Month: February 2016

Harvest Monday

This weekend was jam packed with lovely weather and family time; I spent most of it in my mum’s garden with her, Pete and Olivia, pruning frangipanis and draecaenas, and re-potting bromeliads and aloe. For my efforts I’ve got a stack of tiny baby plants and a large bromeliad for the entry to my house, which I’m hoping my cats won’t eat (Charlie tries to eat everything, even capsicum and tomato!)

Zucchini
My zucchini are really starting to take off; because I planted them so late, I’ll have some coming along in the next couple of days (the start of Autumn!).

Volunteer Greens
Volunteer greens – when the old plants went to seed I left them to their own devices and let the bees have some flowers to collect their pollen from.

Eggplants and capsicums
My eggplant and capsicum bed – wildly overgrown and abundant. I’ve read that it’s best for gardeners in our hot and extremely sunny summer conditions to plant more closely together to ensure the plants have adequate shade, and from the way this garden bed has gone I think I’ll continue to do it (but I’ll keep everything other than basil away from my tomatoes).

Chilli Wicking Bed
This is a wicking bed full of chilli and capsicum plants (jalapeno, cayenne, long yellow capsicum). They were also planted late (January, from memory) so they’re starting to take off now. Because of our relatively mild winters, I’m going to try overwintering these and the eggplant and capsicum – and I’m going to use this information and a gardening log to remind myself when I’ve done things!

Weekend's harvest
The weekend’s haul, mostly picked first thing on Saturday before we went down to the markets. We now have a broody Majorca chicken, Missy, to match our broody Muscovy duck, Panda – we haven’t hit an egg shortage just yet because they’ve been pretty prolific for the last few months, but we’ll need to get some new girls to replace the ladies we lost to the summer heat and bizarre chicken obsession with parking in nesting boxes.

I hope your weekend was as fun as mine!

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Harvest Monday

 

Summer is trying to have its last hurrah,with two 38 degree days in a row right at the end of the season coinciding with Olivia teething out of nowhere (or really, I thought my mum was a little silly when she told me I’d started doing the same thing at three months and to expect it – lesson learned!).

In the evening Pete was at home so we got out into the veggie garden to check on things. The fruit trees need more water and we need to rebuild the compost section, but the irrigation that he installed is working well. The eggplants and capsicums in one bed are vying with some bolting spinach and a volunteer Tommy Toe tomato, the basil that’s with the Sweet Bite tomatoes badly needs a prune and there are some cucumbers ready to go next to another volunteer tomato plant in another bed.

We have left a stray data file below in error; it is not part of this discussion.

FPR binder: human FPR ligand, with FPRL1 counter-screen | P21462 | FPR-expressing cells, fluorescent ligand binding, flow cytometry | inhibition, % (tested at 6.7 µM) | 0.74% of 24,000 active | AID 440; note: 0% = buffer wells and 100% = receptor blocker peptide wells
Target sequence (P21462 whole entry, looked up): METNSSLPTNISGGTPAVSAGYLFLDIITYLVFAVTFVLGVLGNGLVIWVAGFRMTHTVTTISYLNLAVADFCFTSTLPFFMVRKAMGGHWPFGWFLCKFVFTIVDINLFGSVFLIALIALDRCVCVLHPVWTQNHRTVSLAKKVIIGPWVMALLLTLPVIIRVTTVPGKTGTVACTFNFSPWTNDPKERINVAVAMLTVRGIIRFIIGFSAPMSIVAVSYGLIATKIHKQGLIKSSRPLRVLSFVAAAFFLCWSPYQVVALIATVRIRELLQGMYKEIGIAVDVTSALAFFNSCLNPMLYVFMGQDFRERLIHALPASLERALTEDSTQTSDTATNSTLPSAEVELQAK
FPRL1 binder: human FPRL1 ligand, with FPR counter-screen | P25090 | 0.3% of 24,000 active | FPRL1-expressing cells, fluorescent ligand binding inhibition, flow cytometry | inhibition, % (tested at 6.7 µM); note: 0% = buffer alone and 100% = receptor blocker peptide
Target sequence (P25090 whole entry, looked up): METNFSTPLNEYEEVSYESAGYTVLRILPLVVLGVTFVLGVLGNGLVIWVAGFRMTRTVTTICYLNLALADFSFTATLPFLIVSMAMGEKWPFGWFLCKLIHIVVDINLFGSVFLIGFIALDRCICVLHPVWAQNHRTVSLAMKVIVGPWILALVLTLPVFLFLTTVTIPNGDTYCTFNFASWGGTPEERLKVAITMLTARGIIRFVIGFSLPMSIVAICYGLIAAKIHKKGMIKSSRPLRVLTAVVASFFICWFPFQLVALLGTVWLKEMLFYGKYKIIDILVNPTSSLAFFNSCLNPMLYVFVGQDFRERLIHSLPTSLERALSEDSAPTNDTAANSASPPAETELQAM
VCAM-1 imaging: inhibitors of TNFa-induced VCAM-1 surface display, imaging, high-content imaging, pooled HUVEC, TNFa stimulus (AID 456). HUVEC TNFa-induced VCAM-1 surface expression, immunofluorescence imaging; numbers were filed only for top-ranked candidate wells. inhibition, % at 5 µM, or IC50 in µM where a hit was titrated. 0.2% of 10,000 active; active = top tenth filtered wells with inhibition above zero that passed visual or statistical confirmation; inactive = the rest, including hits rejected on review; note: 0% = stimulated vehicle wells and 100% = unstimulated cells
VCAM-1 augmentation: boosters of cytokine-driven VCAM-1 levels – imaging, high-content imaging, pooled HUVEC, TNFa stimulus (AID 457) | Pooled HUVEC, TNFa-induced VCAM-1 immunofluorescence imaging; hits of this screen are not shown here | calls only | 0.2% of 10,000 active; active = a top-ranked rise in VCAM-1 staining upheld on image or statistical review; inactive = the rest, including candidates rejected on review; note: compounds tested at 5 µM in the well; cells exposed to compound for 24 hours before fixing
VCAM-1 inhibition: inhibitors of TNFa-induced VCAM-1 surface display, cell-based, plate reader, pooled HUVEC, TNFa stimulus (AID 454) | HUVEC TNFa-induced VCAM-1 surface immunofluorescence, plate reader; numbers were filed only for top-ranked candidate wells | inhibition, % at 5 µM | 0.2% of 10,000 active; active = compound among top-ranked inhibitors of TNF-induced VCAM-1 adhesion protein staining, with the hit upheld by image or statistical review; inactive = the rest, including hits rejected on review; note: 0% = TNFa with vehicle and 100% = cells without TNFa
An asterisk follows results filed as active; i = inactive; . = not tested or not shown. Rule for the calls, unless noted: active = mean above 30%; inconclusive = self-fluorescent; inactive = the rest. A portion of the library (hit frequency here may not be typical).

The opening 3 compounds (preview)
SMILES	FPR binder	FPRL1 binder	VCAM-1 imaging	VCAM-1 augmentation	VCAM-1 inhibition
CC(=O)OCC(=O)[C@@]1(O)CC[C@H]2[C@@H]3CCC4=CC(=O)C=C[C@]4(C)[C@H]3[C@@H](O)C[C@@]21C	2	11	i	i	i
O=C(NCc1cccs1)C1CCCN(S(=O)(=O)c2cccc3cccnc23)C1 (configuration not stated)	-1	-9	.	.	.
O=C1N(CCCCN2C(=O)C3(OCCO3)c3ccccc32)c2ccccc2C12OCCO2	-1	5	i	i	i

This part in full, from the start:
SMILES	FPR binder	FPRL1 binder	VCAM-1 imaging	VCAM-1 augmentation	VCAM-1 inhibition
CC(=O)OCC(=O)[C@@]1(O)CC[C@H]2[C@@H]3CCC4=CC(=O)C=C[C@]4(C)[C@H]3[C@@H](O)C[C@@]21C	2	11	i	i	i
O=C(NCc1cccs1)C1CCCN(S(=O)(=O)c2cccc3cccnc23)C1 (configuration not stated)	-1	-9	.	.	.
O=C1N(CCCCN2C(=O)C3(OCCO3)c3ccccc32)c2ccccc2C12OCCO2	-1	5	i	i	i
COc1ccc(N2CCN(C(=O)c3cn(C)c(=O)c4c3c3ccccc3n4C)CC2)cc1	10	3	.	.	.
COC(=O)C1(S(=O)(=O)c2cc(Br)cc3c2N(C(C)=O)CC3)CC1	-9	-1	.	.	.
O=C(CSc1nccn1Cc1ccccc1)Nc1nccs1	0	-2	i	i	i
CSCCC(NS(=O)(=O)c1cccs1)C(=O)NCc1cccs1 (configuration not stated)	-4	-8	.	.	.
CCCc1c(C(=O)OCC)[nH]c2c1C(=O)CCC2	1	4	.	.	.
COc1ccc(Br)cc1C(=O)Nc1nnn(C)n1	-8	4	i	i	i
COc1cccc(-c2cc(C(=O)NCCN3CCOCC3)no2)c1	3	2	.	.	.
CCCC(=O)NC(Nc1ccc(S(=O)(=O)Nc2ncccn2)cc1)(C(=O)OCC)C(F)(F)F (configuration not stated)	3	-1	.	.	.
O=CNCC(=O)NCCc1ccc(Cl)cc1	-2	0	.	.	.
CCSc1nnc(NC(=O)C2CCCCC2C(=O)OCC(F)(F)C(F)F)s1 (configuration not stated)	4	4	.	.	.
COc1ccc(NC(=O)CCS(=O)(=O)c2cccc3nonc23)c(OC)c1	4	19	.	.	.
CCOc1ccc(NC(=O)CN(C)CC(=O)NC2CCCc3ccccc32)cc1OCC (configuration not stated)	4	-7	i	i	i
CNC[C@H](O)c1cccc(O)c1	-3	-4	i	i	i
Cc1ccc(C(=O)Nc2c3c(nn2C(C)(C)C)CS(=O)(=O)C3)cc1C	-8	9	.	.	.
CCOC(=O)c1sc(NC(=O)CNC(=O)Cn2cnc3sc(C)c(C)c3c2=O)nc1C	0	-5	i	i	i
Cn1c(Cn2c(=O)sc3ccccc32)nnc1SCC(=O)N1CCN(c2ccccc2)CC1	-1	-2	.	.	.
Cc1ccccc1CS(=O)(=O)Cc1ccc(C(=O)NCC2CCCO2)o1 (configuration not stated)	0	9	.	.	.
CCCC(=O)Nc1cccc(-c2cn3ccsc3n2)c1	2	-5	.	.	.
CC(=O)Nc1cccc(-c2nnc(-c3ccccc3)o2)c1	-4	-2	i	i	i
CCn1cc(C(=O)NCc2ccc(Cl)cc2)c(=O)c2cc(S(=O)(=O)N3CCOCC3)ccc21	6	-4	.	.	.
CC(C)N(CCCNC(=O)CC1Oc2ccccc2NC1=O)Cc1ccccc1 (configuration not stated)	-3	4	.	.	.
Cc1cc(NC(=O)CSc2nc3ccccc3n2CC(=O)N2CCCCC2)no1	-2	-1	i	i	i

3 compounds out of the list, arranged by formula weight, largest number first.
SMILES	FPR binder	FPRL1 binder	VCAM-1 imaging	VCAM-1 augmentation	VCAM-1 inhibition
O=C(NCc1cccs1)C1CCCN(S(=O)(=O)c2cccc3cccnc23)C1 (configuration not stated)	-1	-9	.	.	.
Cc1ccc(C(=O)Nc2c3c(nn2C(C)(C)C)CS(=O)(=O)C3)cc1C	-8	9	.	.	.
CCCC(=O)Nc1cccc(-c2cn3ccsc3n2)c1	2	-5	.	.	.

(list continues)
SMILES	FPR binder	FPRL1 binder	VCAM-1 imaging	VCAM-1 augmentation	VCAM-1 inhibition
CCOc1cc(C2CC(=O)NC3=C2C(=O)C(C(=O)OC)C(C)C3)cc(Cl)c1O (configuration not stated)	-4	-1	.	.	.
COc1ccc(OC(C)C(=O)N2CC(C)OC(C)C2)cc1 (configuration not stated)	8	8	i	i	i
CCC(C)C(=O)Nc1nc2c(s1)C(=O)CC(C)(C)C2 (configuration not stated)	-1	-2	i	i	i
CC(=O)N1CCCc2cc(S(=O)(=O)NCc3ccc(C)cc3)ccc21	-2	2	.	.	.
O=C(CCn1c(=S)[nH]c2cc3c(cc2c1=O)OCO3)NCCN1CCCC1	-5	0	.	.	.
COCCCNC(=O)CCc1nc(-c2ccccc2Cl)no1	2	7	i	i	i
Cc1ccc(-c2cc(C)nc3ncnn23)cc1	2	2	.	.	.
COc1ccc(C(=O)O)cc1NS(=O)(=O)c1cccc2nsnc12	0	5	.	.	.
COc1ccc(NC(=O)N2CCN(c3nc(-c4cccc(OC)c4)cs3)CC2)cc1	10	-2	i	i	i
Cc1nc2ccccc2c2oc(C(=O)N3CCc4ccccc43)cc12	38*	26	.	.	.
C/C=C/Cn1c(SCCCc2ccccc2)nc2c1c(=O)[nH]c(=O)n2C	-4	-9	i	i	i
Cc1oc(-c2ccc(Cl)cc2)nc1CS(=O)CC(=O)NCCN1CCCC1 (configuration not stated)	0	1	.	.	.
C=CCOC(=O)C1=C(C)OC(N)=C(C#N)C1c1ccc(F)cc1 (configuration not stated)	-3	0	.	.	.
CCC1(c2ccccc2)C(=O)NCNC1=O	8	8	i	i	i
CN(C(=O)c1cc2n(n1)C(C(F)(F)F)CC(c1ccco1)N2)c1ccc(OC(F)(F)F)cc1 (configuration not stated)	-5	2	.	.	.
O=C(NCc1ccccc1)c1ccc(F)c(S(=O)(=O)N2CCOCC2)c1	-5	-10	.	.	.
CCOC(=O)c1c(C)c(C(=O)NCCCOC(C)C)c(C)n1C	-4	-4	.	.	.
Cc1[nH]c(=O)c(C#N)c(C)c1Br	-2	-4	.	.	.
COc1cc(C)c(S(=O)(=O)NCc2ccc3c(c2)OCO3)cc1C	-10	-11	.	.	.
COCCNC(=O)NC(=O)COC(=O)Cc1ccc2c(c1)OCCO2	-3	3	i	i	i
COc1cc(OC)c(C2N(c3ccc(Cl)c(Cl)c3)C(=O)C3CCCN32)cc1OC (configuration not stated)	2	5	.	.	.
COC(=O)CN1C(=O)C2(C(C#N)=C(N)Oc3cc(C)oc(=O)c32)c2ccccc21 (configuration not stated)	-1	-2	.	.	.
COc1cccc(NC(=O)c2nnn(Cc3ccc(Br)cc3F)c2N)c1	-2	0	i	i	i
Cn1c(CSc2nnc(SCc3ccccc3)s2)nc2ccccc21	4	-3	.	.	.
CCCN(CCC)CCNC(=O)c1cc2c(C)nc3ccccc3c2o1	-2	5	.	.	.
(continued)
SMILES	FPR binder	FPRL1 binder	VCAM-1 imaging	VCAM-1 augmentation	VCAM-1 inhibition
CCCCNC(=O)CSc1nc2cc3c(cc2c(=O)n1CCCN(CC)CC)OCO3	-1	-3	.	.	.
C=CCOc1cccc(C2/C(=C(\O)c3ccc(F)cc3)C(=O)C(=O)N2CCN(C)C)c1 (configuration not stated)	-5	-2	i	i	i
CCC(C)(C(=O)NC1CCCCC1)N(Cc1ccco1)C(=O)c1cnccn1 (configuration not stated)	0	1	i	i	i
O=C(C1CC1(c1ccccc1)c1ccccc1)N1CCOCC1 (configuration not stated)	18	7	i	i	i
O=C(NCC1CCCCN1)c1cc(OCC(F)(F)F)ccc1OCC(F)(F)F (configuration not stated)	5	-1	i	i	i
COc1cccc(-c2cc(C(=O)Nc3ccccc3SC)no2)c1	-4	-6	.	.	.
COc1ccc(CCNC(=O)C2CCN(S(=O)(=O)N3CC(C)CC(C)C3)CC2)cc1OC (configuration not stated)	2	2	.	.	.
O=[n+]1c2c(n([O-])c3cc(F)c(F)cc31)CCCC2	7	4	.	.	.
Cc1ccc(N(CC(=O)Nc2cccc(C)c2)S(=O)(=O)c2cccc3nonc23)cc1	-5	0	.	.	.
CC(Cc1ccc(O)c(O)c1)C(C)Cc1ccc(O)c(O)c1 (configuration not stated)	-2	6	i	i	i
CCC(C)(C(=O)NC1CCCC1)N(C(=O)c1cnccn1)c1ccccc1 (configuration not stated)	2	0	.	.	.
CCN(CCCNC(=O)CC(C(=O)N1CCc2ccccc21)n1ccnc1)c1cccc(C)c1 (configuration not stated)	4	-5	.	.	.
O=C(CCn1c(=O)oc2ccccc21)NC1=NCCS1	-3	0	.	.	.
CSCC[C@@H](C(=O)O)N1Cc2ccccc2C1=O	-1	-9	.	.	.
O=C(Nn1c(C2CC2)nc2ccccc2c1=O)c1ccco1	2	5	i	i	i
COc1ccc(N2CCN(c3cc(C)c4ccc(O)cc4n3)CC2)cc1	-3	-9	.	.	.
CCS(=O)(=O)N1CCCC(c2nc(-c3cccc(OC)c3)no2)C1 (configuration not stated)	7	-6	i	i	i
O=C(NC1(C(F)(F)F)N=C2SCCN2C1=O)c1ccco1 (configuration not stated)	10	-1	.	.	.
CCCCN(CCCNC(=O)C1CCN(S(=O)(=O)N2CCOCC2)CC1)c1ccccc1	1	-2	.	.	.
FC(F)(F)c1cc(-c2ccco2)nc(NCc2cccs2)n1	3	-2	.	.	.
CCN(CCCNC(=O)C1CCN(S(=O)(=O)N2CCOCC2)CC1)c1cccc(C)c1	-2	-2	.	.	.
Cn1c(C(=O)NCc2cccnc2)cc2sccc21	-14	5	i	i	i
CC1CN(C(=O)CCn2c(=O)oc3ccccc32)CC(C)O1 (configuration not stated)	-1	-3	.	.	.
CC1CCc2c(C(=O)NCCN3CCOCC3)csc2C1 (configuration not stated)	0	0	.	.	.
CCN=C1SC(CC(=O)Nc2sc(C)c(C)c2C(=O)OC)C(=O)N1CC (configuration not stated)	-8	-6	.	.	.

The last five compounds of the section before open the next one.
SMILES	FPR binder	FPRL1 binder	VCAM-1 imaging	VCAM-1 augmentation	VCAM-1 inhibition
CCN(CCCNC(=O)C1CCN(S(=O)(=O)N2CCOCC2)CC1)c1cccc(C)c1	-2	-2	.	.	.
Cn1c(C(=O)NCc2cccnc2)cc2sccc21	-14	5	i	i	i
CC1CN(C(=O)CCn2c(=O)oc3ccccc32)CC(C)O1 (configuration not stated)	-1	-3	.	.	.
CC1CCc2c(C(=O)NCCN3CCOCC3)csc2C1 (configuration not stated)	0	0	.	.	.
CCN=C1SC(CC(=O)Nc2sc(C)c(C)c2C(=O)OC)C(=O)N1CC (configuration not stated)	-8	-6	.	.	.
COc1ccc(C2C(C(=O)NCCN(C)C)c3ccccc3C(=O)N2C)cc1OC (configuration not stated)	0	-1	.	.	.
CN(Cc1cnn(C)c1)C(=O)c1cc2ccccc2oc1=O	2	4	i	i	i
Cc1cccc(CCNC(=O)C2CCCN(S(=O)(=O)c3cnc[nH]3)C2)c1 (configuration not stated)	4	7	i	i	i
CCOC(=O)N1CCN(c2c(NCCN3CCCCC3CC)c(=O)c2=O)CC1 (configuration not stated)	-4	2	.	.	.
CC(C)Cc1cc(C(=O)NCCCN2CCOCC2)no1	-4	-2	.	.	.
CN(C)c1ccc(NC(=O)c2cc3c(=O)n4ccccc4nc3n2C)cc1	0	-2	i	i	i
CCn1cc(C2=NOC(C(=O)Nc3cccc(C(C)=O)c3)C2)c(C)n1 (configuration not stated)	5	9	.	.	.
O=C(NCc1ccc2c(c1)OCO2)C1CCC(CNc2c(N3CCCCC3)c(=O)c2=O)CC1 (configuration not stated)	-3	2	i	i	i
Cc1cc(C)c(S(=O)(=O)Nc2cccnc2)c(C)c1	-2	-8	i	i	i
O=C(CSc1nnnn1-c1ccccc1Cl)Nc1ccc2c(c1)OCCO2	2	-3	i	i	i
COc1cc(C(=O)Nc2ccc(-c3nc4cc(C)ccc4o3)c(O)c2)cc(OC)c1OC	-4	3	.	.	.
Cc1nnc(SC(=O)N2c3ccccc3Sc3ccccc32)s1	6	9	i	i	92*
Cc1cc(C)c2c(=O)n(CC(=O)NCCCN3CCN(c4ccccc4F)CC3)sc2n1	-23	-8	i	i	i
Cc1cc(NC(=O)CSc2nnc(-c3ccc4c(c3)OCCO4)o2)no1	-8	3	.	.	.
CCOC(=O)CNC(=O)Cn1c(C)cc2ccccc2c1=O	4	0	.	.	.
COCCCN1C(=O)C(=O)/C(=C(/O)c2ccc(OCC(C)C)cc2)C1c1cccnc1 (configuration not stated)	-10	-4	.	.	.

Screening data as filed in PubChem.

The old greens bed is sprouting spinach and pak choy and so are the walkways! I need to start using the Malabar spinach that survived the Great English Spinach Takeover of 2015, which has also resulted in random spinach seedlings surrounding a bed – I planted a couple of capsicum seedlings in there to try and overwinter them on the off chance it means a head start this spring. I thought I’d lost our jalapenos this year because the big plum tomatoes in the same bed took over, but they were just hiding underneath, biding their time and they’ve got a decent amount of fruit nearly ready.

I have about ten eggplant in the kitchen waiting, which the two below have now joined along with the tiny red capsicum. The tomatoes are a mix of the volunteer Tommy Toes from the eggplant and capsicum bed and another that popped up next to the chicken coop, the Sweet Bites that have been amazing producers and the volunteer vining type that resulted in the oblong fruit. I’m probably just going to go ahead and refer to that one as feral now, since it started off in the garden bed next to it and I have absolutely no idea how it got there!

Monday's harvest
Monday’s harvest

I didn’t get out to collect eggs yesterday so we had six waiting; we really need to build the girls a proper nesting box, since they’re using an old dog kennel at the moment. Panda, our Muscovy duck is nesting at the moment and I think the chickens might need their new boxes to be out of her reach since she got a bit violent and started chasing Oswin the speckled Sussex late the other night!

Our garden to-do list now looks a bit like this;

  • Build a new compost bin so we can try hot composting
  • Build some nesting boxes for the chickens
  • Look into a new feeder – this one isn’t working for us
  • Find something to do with a lot of eggplant (Moussaka? Baba ganoush?)
  • Reseed the open spaces with more grass seeds*
  • Study the concepts of permaculture to see if it can be applied to our front yard – while roses gardens are low maintenance, they’re not producers and if we’re going to have decorative plants I’d rather they took up less space and flowered more often
  • Get over to mum’s to help her split and plant out some of her succulents and bromeliads

As much as I’m not a fan of the heat, I’ll miss the summer produce very soon – fortunately I’ve stashed a bit of summer in my freezer so I can make some preserves as time (and Olivia) allows.